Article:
When there is widespread stereotyping about something in the society, we inadvertently fall prey to it even without knowing ourselves. Some are liberal enough to accept their mistakes and prompt to correct them; others remain clung to their own misconceptions.
Current issue is the “ethical” URL shortener is.gd and one such misconception in its ethical policy that I noticed a few days ago. Is.gd is one of the leading service in URL shortening. It is created by Richard West, a freelance developer and technologist. I am a long-time fan of this service for their simplicity, and just for their look. But a few days ago, I found something in their policy that upset me. It read:
Many short domains used by URL shorteners are owned by nations under Islamic law which don’t enjoy the same freedoms we do in the West.
I found this sentence very much objectionable. I felt somehow it implies that Islamic countries do not provide freedom of speech and also that freedom is predominantly a Western concept. But what could I do? I just stopped using is.gd and instead started using bit.ly, which is owned by Libyan domain, an Islamic country, just as a gesture of protest, self-sufficient to myself. But firstly, I didn’t like the feel of bit.ly, and again I thought it won’t solve the problem. I really loved is.gd and I felt I should try telling them about this glitch. Their site noted that the mails are replied personally by Richard, so I thought to give it a try. I mailed Richard this morning:
I love is.gd URLs. I use is.gd as my URL shortener of choice for 90% of time (and wp.me for the rest). My eyes are used to that is.gd in my short URLs and all other short URLs seem absurd to me. Among others, I love the lower-case pronounceable feature of your URLs. I am an esteemed user of is.gd and recommend my friends to use it over the others services available. Indeed, yours is a brand on the internet that is close to my heart.
But this is not the reason of my writing this mail to you. A couple of days ago, while reading is.gd ethics, I found something that goes against my own ethics. It shook the very base of my love for is.gd. While comparing is.gd to other services, you have noted “many short domains used by URL shorteners are owned by nations under Islamic law which don’t enjoy the same freedoms we do in the West.” I found this sentence very objectionable. I know you were referring to the domain .ly, especially bit.ly, that uses the top-level domain for Libya. I know conditions are tough there in Libya. I certainly understand your concern, but I find it totally unnecessary to note that these domains are owned by nations under “Islamic law” who don’t enjoy the same freedom as you enjoy “in the West.”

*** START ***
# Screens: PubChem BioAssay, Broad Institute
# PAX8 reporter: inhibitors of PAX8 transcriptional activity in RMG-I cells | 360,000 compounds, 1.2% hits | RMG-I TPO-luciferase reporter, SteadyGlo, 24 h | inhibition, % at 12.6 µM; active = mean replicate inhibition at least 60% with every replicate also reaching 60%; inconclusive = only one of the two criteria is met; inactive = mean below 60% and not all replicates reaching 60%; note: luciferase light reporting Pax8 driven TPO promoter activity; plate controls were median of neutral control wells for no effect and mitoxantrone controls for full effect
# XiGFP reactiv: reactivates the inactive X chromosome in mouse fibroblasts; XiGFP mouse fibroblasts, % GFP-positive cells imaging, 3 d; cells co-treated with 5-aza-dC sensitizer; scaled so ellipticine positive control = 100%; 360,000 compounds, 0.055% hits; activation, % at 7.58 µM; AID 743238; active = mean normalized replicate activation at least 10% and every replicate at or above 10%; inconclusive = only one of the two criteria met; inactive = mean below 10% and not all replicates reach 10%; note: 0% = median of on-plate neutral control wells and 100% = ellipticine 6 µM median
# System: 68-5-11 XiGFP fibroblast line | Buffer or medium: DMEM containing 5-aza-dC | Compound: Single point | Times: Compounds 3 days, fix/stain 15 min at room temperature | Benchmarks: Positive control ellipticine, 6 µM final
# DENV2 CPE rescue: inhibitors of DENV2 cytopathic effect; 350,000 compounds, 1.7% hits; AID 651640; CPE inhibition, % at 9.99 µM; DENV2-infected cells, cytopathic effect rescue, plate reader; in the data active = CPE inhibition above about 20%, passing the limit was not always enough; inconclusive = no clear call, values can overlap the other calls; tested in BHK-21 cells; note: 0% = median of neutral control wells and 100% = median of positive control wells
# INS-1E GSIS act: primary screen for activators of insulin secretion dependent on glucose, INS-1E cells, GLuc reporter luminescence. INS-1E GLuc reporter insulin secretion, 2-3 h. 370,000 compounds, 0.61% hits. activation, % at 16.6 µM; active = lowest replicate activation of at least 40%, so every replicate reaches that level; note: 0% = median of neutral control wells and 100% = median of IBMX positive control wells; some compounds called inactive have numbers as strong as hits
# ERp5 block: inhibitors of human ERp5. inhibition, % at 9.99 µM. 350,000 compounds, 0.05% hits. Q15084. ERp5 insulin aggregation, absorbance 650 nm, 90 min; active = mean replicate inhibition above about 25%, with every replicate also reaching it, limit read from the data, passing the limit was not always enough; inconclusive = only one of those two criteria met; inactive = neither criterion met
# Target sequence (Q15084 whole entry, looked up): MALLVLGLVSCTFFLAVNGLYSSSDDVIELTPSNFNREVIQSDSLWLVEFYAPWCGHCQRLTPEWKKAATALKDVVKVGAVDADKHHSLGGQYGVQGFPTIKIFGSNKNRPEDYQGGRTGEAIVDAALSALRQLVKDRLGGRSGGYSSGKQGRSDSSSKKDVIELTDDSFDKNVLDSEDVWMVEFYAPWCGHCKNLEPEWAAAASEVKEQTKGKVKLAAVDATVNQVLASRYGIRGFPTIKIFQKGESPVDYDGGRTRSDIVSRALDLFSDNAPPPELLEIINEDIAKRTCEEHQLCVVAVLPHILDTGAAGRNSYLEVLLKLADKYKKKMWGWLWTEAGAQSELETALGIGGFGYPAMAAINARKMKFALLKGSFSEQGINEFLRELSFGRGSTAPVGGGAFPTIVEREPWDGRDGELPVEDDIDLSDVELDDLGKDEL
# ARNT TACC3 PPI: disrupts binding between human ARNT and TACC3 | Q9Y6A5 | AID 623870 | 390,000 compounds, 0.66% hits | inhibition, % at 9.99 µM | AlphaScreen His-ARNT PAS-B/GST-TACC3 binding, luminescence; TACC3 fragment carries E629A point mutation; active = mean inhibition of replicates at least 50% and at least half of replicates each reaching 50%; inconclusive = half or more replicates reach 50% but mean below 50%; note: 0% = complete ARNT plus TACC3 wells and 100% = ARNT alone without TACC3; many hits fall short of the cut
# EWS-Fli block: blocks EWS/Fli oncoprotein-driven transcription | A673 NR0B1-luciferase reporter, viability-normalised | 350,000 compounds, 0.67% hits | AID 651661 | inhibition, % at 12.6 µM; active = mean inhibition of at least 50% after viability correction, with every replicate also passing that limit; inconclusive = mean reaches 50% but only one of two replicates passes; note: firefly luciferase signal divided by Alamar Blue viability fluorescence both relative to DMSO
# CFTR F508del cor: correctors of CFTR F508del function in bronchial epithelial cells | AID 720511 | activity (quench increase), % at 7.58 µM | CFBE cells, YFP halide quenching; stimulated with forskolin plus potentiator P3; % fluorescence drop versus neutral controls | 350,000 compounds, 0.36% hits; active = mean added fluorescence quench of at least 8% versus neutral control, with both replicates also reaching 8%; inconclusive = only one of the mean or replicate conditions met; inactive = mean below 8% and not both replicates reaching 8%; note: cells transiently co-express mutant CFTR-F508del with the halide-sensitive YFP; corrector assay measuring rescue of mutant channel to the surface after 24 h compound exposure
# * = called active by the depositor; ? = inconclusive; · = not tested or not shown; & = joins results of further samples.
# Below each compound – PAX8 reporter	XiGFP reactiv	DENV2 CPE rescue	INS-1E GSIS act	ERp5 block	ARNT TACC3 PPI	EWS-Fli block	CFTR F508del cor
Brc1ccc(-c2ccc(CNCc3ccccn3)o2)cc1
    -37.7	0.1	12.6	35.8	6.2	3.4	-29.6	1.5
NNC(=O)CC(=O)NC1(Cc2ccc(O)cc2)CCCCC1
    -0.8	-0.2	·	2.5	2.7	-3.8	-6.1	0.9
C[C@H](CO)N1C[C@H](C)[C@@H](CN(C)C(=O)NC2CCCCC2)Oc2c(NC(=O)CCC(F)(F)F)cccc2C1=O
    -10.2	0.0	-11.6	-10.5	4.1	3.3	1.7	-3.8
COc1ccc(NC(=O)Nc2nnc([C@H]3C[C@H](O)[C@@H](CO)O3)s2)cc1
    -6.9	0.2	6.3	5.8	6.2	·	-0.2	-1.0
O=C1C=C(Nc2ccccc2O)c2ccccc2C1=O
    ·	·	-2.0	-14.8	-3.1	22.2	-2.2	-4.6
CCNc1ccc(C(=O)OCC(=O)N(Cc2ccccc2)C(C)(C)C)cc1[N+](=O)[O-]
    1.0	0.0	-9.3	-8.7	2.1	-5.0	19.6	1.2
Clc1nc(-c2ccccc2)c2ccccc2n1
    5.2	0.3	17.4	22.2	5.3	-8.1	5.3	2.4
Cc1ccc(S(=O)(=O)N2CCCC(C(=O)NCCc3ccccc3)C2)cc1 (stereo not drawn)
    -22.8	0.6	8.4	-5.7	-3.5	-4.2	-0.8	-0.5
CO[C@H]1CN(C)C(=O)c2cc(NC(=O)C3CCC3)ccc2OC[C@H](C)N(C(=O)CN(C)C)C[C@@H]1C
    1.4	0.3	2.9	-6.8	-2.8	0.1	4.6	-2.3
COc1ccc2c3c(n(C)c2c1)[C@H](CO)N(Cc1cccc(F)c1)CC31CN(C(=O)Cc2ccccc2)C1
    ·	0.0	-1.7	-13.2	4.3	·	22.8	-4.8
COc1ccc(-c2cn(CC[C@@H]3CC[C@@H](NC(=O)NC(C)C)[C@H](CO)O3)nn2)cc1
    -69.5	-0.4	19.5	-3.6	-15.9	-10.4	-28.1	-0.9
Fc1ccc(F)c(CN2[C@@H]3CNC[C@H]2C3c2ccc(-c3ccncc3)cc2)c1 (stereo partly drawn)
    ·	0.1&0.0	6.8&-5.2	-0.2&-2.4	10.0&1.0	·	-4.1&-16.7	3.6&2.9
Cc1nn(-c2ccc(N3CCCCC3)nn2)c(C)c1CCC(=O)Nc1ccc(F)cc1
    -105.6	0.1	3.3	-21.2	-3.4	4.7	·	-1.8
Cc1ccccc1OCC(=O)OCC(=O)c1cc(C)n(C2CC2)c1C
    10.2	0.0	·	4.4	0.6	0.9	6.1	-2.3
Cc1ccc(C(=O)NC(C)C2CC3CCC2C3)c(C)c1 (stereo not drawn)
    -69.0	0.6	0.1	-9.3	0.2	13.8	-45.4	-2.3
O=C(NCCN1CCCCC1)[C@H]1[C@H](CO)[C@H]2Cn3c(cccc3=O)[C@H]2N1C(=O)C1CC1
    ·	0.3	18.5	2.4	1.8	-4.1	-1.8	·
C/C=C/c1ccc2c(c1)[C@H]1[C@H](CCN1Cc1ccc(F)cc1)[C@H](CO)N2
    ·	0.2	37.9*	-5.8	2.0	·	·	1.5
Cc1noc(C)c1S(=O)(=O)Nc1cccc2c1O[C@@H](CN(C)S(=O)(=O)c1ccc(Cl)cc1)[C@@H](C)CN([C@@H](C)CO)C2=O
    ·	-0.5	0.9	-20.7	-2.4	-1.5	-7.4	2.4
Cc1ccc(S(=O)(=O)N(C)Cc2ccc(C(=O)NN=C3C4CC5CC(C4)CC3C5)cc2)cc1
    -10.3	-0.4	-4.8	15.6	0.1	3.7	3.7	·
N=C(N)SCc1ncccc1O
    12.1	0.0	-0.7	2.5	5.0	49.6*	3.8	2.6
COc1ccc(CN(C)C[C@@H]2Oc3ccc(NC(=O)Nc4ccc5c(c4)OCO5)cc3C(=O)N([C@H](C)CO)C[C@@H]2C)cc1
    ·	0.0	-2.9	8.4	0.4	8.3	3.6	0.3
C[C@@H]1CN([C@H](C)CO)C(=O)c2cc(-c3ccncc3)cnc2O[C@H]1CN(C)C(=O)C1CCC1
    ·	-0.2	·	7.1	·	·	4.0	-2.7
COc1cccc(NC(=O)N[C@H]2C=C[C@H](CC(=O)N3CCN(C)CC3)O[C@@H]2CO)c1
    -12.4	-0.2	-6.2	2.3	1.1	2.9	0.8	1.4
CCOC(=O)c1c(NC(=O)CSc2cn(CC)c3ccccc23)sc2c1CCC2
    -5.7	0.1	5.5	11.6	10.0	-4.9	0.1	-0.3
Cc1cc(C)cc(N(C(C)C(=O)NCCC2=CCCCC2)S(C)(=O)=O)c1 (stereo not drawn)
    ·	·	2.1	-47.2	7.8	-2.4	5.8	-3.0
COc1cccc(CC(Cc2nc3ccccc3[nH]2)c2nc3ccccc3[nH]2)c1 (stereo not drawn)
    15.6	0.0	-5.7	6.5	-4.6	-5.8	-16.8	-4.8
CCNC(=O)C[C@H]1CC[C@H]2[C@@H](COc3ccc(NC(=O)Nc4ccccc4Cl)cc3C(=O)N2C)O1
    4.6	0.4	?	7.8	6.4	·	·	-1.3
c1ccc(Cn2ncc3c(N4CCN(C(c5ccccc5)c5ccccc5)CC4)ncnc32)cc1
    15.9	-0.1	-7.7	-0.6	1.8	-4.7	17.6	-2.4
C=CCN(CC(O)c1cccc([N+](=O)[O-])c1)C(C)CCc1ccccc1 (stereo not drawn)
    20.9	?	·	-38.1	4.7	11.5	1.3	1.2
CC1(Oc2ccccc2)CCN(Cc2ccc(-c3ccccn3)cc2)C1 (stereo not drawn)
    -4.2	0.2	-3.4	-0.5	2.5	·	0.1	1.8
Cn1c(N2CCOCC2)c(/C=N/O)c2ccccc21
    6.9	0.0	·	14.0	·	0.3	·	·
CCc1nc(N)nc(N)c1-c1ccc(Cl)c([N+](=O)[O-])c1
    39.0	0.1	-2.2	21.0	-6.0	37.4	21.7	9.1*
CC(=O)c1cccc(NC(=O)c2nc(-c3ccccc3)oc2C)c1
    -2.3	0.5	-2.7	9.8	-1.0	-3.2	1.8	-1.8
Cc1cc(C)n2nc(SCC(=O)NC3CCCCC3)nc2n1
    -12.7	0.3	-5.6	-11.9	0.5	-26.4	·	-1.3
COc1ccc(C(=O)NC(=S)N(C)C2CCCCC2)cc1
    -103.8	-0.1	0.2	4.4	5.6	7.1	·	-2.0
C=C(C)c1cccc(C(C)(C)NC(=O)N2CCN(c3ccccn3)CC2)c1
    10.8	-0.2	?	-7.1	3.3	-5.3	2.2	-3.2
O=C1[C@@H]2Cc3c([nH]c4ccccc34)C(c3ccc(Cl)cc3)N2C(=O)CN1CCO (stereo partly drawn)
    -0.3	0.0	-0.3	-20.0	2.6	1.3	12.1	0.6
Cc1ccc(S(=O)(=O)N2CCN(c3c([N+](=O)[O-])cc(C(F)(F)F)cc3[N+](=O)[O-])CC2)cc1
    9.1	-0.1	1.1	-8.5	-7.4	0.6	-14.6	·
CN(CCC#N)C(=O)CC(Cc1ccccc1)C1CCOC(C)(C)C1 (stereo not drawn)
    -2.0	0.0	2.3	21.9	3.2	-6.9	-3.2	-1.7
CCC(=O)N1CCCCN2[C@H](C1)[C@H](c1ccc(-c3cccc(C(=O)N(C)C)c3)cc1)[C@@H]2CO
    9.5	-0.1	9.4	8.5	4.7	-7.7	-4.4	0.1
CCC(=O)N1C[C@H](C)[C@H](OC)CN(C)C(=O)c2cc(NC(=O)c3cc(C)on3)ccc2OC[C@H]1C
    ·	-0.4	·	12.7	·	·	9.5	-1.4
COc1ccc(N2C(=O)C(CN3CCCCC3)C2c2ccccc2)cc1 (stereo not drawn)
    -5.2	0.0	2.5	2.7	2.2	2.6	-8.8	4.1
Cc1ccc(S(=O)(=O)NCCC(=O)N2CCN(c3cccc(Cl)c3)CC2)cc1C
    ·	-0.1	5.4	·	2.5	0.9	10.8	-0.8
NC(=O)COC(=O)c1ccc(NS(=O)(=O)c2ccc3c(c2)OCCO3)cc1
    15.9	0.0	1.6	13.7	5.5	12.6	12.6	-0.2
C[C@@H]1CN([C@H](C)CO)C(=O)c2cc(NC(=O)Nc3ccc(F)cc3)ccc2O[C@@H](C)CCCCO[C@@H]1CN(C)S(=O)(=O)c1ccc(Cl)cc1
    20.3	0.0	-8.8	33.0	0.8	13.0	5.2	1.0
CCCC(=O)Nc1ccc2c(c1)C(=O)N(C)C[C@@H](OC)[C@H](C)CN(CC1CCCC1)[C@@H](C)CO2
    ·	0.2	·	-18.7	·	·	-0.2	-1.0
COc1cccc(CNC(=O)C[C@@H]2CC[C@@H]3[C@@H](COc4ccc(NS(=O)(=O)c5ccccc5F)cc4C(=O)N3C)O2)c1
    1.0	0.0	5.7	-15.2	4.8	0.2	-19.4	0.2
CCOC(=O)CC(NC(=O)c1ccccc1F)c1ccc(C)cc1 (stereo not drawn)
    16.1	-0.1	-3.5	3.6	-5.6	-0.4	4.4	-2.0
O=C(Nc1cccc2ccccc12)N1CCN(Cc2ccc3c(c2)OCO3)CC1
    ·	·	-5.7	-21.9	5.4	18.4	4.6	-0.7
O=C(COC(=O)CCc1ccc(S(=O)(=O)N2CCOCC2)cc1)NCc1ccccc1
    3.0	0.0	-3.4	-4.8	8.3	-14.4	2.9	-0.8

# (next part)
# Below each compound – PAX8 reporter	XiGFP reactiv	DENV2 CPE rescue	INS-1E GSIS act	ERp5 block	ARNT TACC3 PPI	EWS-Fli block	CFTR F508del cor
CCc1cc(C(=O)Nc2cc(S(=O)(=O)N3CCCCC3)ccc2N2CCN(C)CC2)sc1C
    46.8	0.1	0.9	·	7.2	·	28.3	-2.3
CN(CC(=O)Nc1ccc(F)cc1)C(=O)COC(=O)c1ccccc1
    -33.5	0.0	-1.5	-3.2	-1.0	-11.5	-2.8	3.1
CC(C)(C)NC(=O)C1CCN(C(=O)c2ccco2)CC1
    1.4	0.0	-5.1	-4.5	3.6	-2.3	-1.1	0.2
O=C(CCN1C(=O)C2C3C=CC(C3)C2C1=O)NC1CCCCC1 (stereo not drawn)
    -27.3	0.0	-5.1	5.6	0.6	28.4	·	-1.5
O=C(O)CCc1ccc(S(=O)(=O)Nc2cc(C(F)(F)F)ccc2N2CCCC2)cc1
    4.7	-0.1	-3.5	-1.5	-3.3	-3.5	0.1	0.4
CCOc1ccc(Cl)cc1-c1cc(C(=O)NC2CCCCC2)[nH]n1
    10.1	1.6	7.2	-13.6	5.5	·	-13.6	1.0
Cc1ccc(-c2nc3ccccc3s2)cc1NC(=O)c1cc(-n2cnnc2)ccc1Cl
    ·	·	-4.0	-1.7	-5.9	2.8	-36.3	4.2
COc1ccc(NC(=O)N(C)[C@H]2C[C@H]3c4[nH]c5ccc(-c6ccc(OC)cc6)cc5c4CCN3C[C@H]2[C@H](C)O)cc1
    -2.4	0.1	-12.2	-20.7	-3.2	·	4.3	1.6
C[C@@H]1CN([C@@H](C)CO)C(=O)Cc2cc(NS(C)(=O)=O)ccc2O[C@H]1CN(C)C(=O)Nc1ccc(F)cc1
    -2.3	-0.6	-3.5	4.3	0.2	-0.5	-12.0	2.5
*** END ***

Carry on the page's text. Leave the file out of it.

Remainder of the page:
If you wanted to point out .ly domain for Libya, you should have said such directly, or at least you could have used some other term as Arabic countries, military states, etc., but using the term “Islamic” was completely unnecessary and kind of derogatory implying Islam don’t offer freedom. Moreover, I was not amused with the use phrase “in the West” for the freedom you enjoy. I am an Indian, I live in the East, and our constitution have provided us with as much freedom of expression as you have in the West. I don’t think we should see freedom of speech as a completely Western concept. West is not only the Europe or the United Kingdom. For us, even the historical East Germany was in the West, so freedom of speech has nothing to do with being East or West, nor it has to do something with being a Muslim or Christian or a Hindu.
I hope you won’t take my mail as an offence. I just pointed out what I felt. I had stopped using is.gd for the last couple of days because of this and went to bit.ly, not because I like bit.ly, but just as a protest of that sentence in your ethics policy. But frankly, I didn’t find myself at home there. I didn’t like the look of bit.ly in my timeline instead of is.gd, and most importantly, I missed the “Mmmm, tasty URLs!” part there. So I am back to is.gd hoping that you would understand my concern, take it in good faith, and do whatever you find necessary to avoid hurting someone’s feelings inadvertently.
Expecting good faith from you!
And surprise, I got a reply personally from Richard in just a couple of hours. He was quick to accept the error and to correct it. In fact, he had corrected it even before sending the reply. Here is what he replied:
Thanks for your comments, I appreciate you taking the time to let me know your views. Rereading it, I agree that paragraph was written slightly insensitively, so have made some changes to it.
I certainly didn’t mean to imply that all Islamic nations were somehow not free, this was a poor choice of wording. Although some regimes certainly do restrict free speech and oppress groups such as women and homosexuals in the name of Islam, I don’t mean to tar all Muslims with the same brush. Like any other religion there are many different interpretations of it, and there are unquestionably lots of developed and free Islamic countries.
When I said “in the West”, it wasn’t really a geographic statement – I meant it as an expression referring to all developed nations. It’s certainly an outdated expression and probably hasn’t really made sense for over 100 years, so I’ve changed that as well to avoid any confusion!
Later I thanked him for his quick reply and asked him if I can publish about it on The Blog of Reflection, and he was okay with it. In a short note, I had also wrote him about the site looking a bit more broader on mobile browsers and he quickly corrected that bug.
Here is the previous version of is.gd ethics that I had noted at archives.org. Here is the current version corrected by Richard. Indeed, the error was unintentional and was a result of widespread misconceptions worldwide, but isn’t it great of is.gd’s part to accept it and correct it?